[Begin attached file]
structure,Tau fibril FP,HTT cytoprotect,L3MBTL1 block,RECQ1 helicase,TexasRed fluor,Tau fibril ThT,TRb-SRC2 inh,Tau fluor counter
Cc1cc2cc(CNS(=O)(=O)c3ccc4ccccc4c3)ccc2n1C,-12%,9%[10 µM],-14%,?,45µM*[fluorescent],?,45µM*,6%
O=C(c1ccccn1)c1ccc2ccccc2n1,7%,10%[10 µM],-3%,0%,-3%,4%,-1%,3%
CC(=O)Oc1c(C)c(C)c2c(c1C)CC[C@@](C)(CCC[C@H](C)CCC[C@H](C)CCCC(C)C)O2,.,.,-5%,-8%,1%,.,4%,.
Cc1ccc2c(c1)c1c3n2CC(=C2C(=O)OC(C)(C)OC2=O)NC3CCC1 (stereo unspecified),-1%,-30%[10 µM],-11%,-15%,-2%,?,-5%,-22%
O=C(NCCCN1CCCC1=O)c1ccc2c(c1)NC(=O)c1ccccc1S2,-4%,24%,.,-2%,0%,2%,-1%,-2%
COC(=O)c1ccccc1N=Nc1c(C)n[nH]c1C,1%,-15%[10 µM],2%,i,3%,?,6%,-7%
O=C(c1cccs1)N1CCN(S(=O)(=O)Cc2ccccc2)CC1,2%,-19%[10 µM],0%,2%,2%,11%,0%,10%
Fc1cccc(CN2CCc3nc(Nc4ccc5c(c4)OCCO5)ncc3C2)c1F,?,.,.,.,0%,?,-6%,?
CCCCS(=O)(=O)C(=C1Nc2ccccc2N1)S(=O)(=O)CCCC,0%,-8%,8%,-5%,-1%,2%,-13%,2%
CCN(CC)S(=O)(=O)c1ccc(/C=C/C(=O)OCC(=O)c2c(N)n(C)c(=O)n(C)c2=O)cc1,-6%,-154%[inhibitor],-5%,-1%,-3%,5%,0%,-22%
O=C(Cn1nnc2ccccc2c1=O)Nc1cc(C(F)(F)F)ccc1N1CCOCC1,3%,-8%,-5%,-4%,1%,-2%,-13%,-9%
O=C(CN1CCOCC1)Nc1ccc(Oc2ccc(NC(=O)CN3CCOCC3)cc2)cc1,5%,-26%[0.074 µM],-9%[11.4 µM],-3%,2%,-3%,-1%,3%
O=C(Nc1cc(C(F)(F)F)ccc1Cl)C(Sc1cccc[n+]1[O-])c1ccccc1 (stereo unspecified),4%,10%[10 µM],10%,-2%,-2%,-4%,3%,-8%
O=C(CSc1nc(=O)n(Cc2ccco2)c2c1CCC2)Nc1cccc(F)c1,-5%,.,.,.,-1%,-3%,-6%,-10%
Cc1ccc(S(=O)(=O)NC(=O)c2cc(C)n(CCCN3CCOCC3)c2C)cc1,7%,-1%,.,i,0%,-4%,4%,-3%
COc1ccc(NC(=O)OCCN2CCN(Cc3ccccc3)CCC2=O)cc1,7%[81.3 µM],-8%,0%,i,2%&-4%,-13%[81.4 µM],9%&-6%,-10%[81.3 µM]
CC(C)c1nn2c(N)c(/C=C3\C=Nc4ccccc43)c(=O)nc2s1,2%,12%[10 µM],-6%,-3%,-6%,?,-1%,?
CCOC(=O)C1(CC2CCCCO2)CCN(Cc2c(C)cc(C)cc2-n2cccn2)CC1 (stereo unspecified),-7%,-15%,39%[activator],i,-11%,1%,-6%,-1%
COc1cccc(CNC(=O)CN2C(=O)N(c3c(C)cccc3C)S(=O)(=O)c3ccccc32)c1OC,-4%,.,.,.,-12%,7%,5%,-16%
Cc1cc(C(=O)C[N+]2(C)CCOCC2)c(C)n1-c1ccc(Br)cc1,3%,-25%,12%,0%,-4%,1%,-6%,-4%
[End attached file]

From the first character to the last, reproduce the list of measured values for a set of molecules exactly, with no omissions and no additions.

structure,Tau fibril FP,HTT cytoprotect,L3MBTL1 block,RECQ1 helicase,TexasRed fluor,Tau fibril ThT,TRb-SRC2 inh,Tau fluor counter
Cc1cc2cc(CNS(=O)(=O)c3ccc4ccccc4c3)ccc2n1C,-12%,9%[10 µM],-14%,?,45µM*[fluorescent],?,45µM*,6%
O=C(c1ccccn1)c1ccc2ccccc2n1,7%,10%[10 µM],-3%,0%,-3%,4%,-1%,3%
CC(=O)Oc1c(C)c(C)c2c(c1C)CC[C@@](C)(CCC[C@H](C)CCC[C@H](C)CCCC(C)C)O2,.,.,-5%,-8%,1%,.,4%,.
Cc1ccc2c(c1)c1c3n2CC(=C2C(=O)OC(C)(C)OC2=O)NC3CCC1 (stereo unspecified),-1%,-30%[10 µM],-11%,-15%,-2%,?,-5%,-22%
O=C(NCCCN1CCCC1=O)c1ccc2c(c1)NC(=O)c1ccccc1S2,-4%,24%,.,-2%,0%,2%,-1%,-2%
COC(=O)c1ccccc1N=Nc1c(C)n[nH]c1C,1%,-15%[10 µM],2%,i,3%,?,6%,-7%
O=C(c1cccs1)N1CCN(S(=O)(=O)Cc2ccccc2)CC1,2%,-19%[10 µM],0%,2%,2%,11%,0%,10%
Fc1cccc(CN2CCc3nc(Nc4ccc5c(c4)OCCO5)ncc3C2)c1F,?,.,.,.,0%,?,-6%,?
CCCCS(=O)(=O)C(=C1Nc2ccccc2N1)S(=O)(=O)CCCC,0%,-8%,8%,-5%,-1%,2%,-13%,2%
CCN(CC)S(=O)(=O)c1ccc(/C=C/C(=O)OCC(=O)c2c(N)n(C)c(=O)n(C)c2=O)cc1,-6%,-154%[inhibitor],-5%,-1%,-3%,5%,0%,-22%
O=C(Cn1nnc2ccccc2c1=O)Nc1cc(C(F)(F)F)ccc1N1CCOCC1,3%,-8%,-5%,-4%,1%,-2%,-13%,-9%
O=C(CN1CCOCC1)Nc1ccc(Oc2ccc(NC(=O)CN3CCOCC3)cc2)cc1,5%,-26%[0.074 µM],-9%[11.4 µM],-3%,2%,-3%,-1%,3%
O=C(Nc1cc(C(F)(F)F)ccc1Cl)C(Sc1cccc[n+]1[O-])c1ccccc1 (stereo unspecified),4%,10%[10 µM],10%,-2%,-2%,-4%,3%,-8%
O=C(CSc1nc(=O)n(Cc2ccco2)c2c1CCC2)Nc1cccc(F)c1,-5%,.,.,.,-1%,-3%,-6%,-10%
Cc1ccc(S(=O)(=O)NC(=O)c2cc(C)n(CCCN3CCOCC3)c2C)cc1,7%,-1%,.,i,0%,-4%,4%,-3%
COc1ccc(NC(=O)OCCN2CCN(Cc3ccccc3)CCC2=O)cc1,7%[81.3 µM],-8%,0%,i,2%&-4%,-13%[81.4 µM],9%&-6%,-10%[81.3 µM]
CC(C)c1nn2c(N)c(/C=C3\C=Nc4ccccc43)c(=O)nc2s1,2%,12%[10 µM],-6%,-3%,-6%,?,-1%,?
CCOC(=O)C1(CC2CCCCO2)CCN(Cc2c(C)cc(C)cc2-n2cccn2)CC1 (stereo unspecified),-7%,-15%,39%[activator],i,-11%,1%,-6%,-1%
COc1cccc(CNC(=O)CN2C(=O)N(c3c(C)cccc3C)S(=O)(=O)c3ccccc32)c1OC,-4%,.,.,.,-12%,7%,5%,-16%
Cc1cc(C(=O)C[N+]2(C)CCOCC2)c(C)n1-c1ccc(Br)cc1,3%,-25%,12%,0%,-4%,1%,-6%,-4%